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Introduction to Databases

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					Introduction to Databases

      Data Organisation
          Definition
       Data modelling
            SQL
       DBMS functions
           Basics of data
           Organisation:
DATA HIERARCHY (four categories)

• Fields = represent a single data item
• Records = made up of a related set of
  fields describing one instance of an entity
• File / Table = a set of related records - as
  many as instances (occurrence) in the set
• Database = a collection of related files
      Example of data structure
   Fields



                Name       First name Telephone

Records         Zidane     Zinedine   45 25 65 65
                Feller     Joe        25 58 96 63
                Clinton    Bill       12 25 28 89
                Henry      Thierry    25 78 85 85


                            + Other files =>complete data
            File / Table
                            Structure = DB
        Database: Definition.

"A collection of interrelated data stored
  together with controlled redundancy, to
  serve one or more applications in an
  optimal fashion; the data is stored so that
  it is independent of the application
  programs which use it; a common and
  controlled approach is used in adding new
  data and in modifying existing data within
  the database."
        Definition - closer look
• A collection of interrelated data stored together
• with controlled redundancy
• to serve one or more applications in an optimal
  fashion
• the data is stored so that it is independent of
  the application programs which use it
• a common and controlled approach is used in
  adding new data and in modifying existing data
  within the database.
 Advantages of Databases:
• data are independent from applications
  - stored centrally
• data repository accessible to any new
  program
• data are not duplicated in different
  locations
• programmers do not have to write
  extensive descriptions of the files
• Physical and logical protection is
  centralised
      Disadvantages of DBs:
• Centralisation can be a weakness
• Large DBs require expensive hardware
  and software
• specialised / scarce personnel is required
  to develop and maintain large DBs
• Standardisation of data on a central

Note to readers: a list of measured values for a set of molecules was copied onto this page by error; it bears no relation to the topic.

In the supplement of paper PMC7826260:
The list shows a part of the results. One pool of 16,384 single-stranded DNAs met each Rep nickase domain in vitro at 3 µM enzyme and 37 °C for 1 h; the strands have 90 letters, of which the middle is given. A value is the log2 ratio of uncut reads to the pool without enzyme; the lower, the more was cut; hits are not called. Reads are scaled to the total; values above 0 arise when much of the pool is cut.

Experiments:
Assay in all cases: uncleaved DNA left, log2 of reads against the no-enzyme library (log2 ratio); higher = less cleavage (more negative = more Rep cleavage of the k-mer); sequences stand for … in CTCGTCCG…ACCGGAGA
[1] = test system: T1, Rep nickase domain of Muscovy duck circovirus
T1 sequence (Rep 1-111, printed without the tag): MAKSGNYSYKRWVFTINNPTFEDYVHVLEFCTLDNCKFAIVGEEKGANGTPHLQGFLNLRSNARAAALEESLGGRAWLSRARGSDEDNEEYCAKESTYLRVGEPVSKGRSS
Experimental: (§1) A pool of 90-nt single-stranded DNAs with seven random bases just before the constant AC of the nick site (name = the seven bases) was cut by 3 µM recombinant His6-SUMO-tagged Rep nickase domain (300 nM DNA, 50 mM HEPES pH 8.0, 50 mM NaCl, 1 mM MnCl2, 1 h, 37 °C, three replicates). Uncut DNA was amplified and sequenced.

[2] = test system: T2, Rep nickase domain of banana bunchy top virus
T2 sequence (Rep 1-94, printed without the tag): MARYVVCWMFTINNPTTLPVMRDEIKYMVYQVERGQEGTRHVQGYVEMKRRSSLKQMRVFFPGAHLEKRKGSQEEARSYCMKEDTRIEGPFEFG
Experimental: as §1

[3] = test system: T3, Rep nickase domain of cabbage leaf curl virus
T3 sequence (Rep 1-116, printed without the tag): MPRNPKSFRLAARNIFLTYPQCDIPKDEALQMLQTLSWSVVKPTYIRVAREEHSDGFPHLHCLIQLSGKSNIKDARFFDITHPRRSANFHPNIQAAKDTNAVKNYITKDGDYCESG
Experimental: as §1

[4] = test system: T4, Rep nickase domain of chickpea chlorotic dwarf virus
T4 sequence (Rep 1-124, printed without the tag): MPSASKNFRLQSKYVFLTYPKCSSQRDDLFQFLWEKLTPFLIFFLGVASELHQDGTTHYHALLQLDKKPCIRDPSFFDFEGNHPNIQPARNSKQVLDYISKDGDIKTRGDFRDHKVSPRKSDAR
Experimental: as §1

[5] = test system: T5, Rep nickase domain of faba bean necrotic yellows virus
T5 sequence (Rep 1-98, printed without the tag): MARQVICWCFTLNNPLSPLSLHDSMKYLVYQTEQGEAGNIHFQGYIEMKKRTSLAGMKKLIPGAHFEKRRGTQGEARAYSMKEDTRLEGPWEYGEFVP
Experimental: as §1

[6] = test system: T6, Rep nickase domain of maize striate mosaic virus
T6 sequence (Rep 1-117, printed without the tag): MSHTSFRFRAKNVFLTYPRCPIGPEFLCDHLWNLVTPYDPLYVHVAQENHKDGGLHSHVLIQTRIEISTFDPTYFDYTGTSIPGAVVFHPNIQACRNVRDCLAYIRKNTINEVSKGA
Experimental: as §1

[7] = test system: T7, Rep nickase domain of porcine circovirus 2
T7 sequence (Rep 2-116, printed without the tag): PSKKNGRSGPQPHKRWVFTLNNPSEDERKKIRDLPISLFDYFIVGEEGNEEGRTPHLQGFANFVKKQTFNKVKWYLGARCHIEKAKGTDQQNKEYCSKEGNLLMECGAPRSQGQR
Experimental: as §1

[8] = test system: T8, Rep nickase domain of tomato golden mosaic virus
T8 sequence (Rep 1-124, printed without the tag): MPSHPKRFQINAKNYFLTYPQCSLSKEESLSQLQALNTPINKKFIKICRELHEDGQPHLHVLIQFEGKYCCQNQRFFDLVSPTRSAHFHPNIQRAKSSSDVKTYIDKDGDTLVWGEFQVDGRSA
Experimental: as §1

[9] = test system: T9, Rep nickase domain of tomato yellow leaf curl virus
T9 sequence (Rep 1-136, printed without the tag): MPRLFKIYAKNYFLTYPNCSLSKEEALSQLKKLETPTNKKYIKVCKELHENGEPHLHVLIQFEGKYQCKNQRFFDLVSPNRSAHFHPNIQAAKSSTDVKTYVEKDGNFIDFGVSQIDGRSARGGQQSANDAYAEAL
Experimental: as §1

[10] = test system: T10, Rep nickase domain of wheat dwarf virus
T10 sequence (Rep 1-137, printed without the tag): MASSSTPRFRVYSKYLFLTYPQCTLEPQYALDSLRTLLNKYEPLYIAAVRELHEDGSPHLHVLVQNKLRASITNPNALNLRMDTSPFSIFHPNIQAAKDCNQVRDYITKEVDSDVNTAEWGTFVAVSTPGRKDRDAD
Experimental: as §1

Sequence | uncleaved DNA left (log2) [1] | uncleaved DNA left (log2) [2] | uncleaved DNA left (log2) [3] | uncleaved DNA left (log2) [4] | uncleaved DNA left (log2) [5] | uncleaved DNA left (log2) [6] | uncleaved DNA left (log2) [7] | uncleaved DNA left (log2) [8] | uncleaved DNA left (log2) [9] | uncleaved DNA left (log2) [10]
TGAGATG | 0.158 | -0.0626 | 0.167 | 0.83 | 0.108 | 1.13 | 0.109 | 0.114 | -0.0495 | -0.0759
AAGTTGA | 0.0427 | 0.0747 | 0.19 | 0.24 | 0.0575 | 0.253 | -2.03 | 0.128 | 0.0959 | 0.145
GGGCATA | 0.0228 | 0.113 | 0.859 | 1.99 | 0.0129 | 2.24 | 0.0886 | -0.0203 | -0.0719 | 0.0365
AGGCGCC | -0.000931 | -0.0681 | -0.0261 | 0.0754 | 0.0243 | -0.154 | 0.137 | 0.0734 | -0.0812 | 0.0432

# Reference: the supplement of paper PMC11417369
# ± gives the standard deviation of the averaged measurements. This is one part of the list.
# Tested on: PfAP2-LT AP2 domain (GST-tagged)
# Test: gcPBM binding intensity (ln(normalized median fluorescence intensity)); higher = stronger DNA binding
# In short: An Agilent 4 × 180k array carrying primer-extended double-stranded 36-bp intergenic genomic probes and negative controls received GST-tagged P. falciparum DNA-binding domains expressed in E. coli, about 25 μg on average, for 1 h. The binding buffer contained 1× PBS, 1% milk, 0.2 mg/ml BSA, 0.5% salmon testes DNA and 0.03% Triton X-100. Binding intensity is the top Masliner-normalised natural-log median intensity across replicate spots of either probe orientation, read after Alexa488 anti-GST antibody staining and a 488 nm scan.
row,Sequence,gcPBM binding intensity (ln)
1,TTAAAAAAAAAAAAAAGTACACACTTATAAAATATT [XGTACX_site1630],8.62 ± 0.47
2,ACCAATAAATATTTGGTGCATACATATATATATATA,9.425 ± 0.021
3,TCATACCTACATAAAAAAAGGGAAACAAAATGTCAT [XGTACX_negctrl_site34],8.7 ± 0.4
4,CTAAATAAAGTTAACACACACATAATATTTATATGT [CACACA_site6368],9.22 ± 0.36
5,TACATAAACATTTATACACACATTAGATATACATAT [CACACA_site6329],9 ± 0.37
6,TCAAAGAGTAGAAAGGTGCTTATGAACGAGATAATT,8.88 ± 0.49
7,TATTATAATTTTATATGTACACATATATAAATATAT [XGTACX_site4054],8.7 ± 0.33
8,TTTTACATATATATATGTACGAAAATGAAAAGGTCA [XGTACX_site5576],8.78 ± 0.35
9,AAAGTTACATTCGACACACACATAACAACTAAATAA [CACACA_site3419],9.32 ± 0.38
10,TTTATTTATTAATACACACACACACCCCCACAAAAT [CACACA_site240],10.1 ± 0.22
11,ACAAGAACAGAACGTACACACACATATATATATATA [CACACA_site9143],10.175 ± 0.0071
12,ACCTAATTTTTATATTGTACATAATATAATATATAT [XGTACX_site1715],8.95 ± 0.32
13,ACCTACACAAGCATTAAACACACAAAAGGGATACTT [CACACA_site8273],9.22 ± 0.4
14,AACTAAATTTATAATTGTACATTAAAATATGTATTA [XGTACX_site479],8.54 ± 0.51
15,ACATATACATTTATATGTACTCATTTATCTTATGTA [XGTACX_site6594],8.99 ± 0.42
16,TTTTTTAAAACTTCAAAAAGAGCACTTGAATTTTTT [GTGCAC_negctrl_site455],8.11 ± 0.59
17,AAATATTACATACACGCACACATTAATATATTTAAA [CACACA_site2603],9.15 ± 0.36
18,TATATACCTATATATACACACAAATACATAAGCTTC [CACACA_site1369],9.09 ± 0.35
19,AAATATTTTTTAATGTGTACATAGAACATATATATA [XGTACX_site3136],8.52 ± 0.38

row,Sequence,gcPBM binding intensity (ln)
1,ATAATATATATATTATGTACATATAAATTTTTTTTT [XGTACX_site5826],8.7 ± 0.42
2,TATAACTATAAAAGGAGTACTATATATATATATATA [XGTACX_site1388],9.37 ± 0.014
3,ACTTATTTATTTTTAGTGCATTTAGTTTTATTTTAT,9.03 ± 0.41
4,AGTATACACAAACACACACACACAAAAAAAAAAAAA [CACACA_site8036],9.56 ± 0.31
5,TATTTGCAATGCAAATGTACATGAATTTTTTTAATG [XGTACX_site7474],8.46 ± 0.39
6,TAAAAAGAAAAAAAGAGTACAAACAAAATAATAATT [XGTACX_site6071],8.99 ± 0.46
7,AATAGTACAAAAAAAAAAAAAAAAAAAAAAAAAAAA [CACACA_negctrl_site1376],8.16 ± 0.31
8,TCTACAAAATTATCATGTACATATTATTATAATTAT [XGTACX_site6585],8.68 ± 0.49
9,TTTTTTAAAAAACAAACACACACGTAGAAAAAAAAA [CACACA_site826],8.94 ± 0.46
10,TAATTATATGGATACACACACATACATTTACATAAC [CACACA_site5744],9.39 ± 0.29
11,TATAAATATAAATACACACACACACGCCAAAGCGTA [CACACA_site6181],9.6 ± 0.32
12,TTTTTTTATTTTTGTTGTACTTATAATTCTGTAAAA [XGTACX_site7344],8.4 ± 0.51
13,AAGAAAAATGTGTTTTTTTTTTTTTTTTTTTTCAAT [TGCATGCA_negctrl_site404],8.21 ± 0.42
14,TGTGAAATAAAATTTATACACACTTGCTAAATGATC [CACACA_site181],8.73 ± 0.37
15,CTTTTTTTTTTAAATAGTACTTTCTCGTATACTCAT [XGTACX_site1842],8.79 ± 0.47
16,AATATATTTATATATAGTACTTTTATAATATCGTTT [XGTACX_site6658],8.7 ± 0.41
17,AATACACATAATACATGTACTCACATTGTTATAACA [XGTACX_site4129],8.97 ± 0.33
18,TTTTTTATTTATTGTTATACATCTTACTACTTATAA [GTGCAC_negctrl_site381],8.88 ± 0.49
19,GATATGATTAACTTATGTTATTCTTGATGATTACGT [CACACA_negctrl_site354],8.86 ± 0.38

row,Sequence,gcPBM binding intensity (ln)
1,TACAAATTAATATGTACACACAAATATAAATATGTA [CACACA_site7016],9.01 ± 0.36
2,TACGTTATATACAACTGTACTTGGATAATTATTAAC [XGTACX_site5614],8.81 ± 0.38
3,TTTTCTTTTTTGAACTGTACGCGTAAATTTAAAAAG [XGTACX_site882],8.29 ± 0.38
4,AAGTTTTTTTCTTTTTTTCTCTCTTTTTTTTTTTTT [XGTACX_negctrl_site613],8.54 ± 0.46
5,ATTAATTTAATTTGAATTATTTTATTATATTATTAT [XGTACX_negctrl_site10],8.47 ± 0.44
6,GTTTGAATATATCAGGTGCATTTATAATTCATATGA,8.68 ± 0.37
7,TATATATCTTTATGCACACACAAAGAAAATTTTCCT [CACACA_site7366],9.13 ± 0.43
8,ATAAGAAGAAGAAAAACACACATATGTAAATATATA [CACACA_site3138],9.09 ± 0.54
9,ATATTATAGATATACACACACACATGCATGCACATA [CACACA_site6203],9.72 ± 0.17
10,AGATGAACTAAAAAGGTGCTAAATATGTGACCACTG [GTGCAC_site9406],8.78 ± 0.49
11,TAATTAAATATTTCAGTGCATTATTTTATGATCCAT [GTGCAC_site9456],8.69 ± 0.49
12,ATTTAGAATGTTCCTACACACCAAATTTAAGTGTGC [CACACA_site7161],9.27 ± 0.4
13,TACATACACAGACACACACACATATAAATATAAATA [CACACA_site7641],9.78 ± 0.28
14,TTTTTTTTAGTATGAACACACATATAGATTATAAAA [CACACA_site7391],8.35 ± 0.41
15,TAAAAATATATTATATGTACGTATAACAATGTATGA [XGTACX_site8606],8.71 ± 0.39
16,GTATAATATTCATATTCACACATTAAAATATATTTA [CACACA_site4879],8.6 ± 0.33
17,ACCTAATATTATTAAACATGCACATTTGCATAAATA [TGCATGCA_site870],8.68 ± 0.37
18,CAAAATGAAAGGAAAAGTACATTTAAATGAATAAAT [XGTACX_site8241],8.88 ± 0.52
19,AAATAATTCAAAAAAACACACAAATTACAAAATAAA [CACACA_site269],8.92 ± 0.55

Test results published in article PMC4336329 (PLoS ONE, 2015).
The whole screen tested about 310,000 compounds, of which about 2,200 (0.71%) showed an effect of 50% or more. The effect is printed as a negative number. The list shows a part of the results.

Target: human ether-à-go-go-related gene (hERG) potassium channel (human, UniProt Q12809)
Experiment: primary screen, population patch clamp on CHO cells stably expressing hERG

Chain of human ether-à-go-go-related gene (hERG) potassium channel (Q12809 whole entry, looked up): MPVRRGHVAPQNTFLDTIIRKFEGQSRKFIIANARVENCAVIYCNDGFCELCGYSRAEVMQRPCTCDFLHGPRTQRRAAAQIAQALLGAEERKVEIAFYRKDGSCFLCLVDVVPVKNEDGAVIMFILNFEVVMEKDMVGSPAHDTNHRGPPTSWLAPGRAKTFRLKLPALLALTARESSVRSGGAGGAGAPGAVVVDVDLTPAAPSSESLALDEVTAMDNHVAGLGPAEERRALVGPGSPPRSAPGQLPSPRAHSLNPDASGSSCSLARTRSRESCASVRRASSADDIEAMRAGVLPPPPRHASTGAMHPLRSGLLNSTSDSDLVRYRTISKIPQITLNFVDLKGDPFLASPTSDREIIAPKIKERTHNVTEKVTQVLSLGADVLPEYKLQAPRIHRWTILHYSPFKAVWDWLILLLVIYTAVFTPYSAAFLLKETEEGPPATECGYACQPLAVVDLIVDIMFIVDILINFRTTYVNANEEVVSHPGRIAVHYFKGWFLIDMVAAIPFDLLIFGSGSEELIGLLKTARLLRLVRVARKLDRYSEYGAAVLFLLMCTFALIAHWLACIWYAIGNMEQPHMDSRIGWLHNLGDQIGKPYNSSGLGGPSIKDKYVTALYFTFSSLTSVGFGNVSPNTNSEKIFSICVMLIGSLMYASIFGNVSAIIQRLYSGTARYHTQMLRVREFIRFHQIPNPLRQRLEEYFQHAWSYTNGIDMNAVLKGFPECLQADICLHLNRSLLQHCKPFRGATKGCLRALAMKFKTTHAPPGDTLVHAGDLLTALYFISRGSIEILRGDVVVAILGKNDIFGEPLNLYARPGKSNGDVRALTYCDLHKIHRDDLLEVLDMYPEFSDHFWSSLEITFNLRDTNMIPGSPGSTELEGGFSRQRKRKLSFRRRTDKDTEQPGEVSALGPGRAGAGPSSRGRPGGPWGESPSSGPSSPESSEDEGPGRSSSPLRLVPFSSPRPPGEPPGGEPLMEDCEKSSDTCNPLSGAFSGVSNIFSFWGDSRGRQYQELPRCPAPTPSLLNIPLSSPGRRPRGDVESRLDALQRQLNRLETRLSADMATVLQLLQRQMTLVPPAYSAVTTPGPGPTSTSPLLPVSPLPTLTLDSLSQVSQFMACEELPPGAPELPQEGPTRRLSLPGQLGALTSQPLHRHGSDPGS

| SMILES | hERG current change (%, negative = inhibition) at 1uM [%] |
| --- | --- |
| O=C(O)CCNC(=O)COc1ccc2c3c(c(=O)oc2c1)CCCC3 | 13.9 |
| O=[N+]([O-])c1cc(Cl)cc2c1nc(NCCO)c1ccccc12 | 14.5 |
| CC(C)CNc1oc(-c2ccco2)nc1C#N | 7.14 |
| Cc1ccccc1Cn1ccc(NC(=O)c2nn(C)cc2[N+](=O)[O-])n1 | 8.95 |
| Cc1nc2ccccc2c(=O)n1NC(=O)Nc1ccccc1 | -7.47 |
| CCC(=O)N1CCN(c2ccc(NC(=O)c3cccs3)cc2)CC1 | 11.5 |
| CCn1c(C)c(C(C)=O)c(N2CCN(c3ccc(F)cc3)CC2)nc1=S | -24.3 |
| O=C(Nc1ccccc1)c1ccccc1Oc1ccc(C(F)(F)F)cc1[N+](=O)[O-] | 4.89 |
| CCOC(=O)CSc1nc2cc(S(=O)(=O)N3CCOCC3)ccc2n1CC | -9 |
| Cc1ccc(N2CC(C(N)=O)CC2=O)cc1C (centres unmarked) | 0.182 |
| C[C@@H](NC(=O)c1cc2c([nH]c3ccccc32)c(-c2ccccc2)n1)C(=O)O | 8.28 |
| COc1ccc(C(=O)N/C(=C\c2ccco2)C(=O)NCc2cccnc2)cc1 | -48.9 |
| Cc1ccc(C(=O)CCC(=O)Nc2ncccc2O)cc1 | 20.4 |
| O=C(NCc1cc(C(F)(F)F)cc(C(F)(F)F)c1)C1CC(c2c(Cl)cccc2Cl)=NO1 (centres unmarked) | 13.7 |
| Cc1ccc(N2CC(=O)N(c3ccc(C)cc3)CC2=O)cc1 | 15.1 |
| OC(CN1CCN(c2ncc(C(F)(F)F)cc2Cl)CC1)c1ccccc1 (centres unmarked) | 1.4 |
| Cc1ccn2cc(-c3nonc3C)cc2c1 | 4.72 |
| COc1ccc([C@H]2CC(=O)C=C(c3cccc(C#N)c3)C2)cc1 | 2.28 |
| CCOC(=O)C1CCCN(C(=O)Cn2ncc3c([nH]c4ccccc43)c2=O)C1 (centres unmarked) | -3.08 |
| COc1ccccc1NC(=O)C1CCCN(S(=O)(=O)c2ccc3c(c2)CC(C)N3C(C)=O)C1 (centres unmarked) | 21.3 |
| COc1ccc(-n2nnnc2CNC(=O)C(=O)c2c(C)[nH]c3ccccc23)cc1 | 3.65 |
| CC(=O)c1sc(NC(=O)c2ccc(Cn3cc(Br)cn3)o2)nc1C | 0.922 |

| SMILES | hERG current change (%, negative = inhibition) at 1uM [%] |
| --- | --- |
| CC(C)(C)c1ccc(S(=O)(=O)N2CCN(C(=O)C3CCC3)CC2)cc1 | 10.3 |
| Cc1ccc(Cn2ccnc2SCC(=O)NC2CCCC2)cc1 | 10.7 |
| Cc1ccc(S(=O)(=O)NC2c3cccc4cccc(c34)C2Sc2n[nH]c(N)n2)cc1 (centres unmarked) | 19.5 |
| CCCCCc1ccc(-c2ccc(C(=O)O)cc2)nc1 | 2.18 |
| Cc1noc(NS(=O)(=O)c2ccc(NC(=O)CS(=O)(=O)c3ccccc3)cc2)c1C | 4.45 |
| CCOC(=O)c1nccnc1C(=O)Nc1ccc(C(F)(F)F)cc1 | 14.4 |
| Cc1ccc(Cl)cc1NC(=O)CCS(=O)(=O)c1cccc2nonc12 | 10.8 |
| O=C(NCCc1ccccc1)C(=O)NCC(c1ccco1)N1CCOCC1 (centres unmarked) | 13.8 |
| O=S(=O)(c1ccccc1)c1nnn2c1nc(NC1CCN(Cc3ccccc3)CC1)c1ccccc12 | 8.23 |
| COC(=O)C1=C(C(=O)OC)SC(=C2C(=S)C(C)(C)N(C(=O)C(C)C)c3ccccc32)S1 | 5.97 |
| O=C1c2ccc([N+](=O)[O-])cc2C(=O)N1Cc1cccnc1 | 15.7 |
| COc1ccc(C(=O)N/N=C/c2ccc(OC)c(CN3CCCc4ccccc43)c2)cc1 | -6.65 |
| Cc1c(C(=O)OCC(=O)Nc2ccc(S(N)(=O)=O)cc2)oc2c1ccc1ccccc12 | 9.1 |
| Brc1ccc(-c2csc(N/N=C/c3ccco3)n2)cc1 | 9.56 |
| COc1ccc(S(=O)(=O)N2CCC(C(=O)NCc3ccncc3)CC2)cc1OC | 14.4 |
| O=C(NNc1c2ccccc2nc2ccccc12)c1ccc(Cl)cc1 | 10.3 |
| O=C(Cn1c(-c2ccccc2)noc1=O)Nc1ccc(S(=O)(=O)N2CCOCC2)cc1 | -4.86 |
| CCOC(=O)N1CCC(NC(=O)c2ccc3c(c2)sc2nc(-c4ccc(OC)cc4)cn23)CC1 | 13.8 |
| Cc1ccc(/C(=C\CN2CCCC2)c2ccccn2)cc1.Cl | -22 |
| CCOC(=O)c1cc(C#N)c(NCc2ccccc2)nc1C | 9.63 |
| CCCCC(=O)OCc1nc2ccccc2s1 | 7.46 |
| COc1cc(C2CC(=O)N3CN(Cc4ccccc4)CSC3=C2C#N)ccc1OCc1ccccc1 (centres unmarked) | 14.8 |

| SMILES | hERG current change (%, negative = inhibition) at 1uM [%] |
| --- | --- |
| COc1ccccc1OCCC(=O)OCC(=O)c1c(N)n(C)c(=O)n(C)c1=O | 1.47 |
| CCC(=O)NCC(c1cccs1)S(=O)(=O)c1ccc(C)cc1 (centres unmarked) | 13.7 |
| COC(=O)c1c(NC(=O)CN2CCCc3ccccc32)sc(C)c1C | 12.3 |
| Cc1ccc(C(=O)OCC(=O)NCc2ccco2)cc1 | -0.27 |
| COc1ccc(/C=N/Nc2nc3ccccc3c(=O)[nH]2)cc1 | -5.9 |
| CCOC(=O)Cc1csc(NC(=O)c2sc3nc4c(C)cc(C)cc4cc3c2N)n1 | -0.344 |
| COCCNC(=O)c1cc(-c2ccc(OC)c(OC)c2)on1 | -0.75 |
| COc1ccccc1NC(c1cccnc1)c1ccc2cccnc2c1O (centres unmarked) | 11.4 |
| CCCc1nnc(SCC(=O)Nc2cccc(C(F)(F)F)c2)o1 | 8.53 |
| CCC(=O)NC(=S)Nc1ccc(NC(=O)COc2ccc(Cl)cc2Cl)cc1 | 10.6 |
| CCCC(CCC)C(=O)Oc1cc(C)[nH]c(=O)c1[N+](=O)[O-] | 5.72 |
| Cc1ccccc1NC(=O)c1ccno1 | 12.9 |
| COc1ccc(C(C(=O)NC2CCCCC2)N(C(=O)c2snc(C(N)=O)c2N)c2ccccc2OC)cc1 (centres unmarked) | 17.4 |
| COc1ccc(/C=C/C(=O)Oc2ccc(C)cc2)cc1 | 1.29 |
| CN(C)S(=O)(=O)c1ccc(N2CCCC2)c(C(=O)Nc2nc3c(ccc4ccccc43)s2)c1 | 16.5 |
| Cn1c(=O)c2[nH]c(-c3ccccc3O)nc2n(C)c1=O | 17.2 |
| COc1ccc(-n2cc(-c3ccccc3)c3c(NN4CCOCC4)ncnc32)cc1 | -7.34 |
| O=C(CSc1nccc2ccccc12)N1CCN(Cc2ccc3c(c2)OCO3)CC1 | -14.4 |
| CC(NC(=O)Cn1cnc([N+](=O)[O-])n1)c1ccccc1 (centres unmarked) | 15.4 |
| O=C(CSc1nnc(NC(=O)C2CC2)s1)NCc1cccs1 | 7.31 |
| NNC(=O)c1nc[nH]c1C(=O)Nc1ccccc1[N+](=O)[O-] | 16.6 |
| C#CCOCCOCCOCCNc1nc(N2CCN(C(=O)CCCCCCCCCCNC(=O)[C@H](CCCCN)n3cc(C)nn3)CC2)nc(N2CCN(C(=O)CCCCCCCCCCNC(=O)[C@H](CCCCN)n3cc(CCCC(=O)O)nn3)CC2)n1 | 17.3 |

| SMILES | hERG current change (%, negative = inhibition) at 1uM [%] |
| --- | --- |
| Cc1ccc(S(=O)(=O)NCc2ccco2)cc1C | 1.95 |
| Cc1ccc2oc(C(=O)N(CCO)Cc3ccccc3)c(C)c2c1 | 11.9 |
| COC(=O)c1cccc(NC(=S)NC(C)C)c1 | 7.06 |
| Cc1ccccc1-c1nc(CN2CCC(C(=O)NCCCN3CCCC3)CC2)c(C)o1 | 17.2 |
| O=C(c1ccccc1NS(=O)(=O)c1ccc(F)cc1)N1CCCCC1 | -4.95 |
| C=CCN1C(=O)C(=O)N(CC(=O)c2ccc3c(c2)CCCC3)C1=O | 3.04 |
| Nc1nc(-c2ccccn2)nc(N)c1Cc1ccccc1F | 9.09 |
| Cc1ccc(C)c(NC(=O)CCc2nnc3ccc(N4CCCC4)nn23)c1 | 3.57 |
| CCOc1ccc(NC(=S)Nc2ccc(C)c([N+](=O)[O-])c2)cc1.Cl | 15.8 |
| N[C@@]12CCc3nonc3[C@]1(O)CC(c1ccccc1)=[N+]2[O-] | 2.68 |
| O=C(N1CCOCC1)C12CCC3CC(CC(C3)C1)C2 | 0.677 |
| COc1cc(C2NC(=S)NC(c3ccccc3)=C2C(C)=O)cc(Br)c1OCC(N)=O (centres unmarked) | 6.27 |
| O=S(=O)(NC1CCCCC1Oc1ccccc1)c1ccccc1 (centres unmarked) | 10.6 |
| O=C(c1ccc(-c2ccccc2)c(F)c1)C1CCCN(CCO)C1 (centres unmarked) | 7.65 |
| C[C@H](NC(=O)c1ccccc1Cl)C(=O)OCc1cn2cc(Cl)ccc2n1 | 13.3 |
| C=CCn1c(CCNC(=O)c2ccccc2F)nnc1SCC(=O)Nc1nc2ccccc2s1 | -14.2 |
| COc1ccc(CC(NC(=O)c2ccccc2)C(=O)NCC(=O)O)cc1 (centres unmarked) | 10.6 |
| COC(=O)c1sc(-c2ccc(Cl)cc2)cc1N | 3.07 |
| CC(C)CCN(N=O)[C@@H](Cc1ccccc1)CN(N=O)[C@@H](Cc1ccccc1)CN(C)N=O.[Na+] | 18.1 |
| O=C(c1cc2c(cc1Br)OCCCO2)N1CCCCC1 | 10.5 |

repository has implications for the format
  in which it is stored
    Characteristics of DBs…


• High concurrency (high performance under
  load)
• Multi-user (read does not interfere with write)
• Data consistency – changes to data don’t affect
  running queries + no phantom data changes
• High degree of recoverability (pull the plug test)
                  ACID test

•   Atomicity                            All or nothing
•   Consistency        Preserve consistency of database
•   Isolation             Transactions are independent
•   Durability        Once committed data is preserved
   DataBase Management
      System (DBMS):
• program that makes it possible to:
  – create
  – Use (insert / update / delete data)
  – maintain     a database

• It provides an interface / translation
  mechanism between the logical
  organisation of the data stored in the DB
  and the physical organisation of the data
      Using a database:
Two main functions of the DBMS :

• Query language – searching answers in
  data (SQL)
• Data manipulation language - for
  programmers who want to modify tha data
  model in which the data is stored
• + Host Language - the language used by
  programmers to develop the rest of the
  application - eg: Oracle developer 2000
          Relational DBs:
• Data items stored in tables
• Specific fields in tables related to
  other field in other tables (joint)
• infinite number of possible viewpoints
  on the data (queries)
• Highly flexible DB but overly slow for
  complex searches
• Oracle, SyBase, Ingres, Access,
  Paradox for Windows...
   Describing relationships
• Attempt at modelling the business
  elements (entities) and their
  relationships (links)
• Can be based on users’ descriptions of
  the business processes
• Specifies dependencies between the
  data items
• Coded in an Entity-Relationship Diagram
  (ERD)
Types of Relationships
• one-to-one: one instance of one data item
  corresponds to one instance of another

• one-to-many: one instance to many instances

• many-to-many: many instance correspond to
  many instances

• Also some relationships may be:
   – compulsory
   – optional
                Example
• Student registering system

• What are the entities?


• What type of relationship do they have?


• Draw the diagram
Entity Relationship Diagram
      Example 2 – Sales Order
           Processing
• Entities
• Relationships

• Use a business object based approach?
Next step - creating the data
         structure

• Few rules - a lot of experience
• Can get quite complex (paramount for the
  speed of the DB)
• Tables must be normalised - ie redundancy
  is limited to the strict minimum by an
  algorithm
• In practice, normalisation is not always the
  best
       Data Structure Diagrams
• Describe the underlying structure of the DB: the
  complete logical structure
• Data items are stored in tables linked by pointers
   – attribute pointers: data fields in one table that will link
     it to another (common information)
   – logical pointers: specific links that exist between
     tables
• Tables have a key
• Is it an attribute or an entity?
    ORDER              Customer
1
    order number       Customer number
2   Item description   Customer name
    Item Price         Customer address
    Quantity ordered   Customer balance
3   Customer number    Customer special rate
    Item number
4


    Item

    Item number
    Item description
    Item cost           * compulsory attributes
    Quantity on hand    0 optional attributes
              Normalisation
• Process of simplifying the relationships amongst data
  items as much as possible (see example provided -
  handout)
• Through an iterative process, structure of data is
  refined to 1NF, 2NF, 3NF etc.
• Reasons for normalisation:
    – to simplify retrieval (speed of response)
    – to simplify maintenance (updates, deletion,
      insertions)
    – to reduce the need to restructure the data for each
      new application
       First Normal Form
• design record structure so that each record
  looks the same (same length, no repeating
  groups)
• repetition within a record means one relation